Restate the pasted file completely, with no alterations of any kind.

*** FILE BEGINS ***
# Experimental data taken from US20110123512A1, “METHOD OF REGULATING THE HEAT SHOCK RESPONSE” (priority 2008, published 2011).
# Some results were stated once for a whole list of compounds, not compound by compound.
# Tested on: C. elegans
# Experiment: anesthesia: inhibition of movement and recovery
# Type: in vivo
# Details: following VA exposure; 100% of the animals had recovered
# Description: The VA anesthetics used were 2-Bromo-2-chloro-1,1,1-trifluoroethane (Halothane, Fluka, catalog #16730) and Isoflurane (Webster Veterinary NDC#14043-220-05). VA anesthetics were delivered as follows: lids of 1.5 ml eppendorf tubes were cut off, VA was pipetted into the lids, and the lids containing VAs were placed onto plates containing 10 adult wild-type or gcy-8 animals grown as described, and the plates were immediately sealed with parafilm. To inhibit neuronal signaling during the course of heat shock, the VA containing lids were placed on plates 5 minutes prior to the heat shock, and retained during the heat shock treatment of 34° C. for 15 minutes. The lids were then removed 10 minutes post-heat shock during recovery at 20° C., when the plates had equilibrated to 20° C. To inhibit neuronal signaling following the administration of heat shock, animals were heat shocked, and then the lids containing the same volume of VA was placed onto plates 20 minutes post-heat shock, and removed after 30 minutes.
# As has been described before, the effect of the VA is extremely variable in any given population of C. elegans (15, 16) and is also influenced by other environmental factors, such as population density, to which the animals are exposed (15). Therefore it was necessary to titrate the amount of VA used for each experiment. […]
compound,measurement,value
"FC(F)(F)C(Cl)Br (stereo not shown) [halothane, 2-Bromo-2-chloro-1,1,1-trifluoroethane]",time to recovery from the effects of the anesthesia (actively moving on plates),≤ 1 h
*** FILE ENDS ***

# Experimental data taken from US20110123512A1, “METHOD OF REGULATING THE HEAT SHOCK RESPONSE” (priority 2008, published 2011).
# Some results were stated once for a whole list of compounds, not compound by compound.
# Tested on: C. elegans
# Experiment: anesthesia: inhibition of movement and recovery
# Type: in vivo
# Details: following VA exposure; 100% of the animals had recovered
# Description: The VA anesthetics used were 2-Bromo-2-chloro-1,1,1-trifluoroethane (Halothane, Fluka, catalog #16730) and Isoflurane (Webster Veterinary NDC#14043-220-05). VA anesthetics were delivered as follows: lids of 1.5 ml eppendorf tubes were cut off, VA was pipetted into the lids, and the lids containing VAs were placed onto plates containing 10 adult wild-type or gcy-8 animals grown as described, and the plates were immediately sealed with parafilm. To inhibit neuronal signaling during the course of heat shock, the VA containing lids were placed on plates 5 minutes prior to the heat shock, and retained during the heat shock treatment of 34° C. for 15 minutes. The lids were then removed 10 minutes post-heat shock during recovery at 20° C., when the plates had equilibrated to 20° C. To inhibit neuronal signaling following the administration of heat shock, animals were heat shocked, and then the lids containing the same volume of VA was placed onto plates 20 minutes post-heat shock, and removed after 30 minutes.
# As has been described before, the effect of the VA is extremely variable in any given population of C. elegans (15, 16) and is also influenced by other environmental factors, such as population density, to which the animals are exposed (15). Therefore it was necessary to titrate the amount of VA used for each experiment. […]
compound,measurement,value
"FC(F)(F)C(Cl)Br (stereo not shown) [halothane, 2-Bromo-2-chloro-1,1,1-trifluoroethane]",time to recovery from the effects of the anesthesia (actively moving on plates),≤ 1 h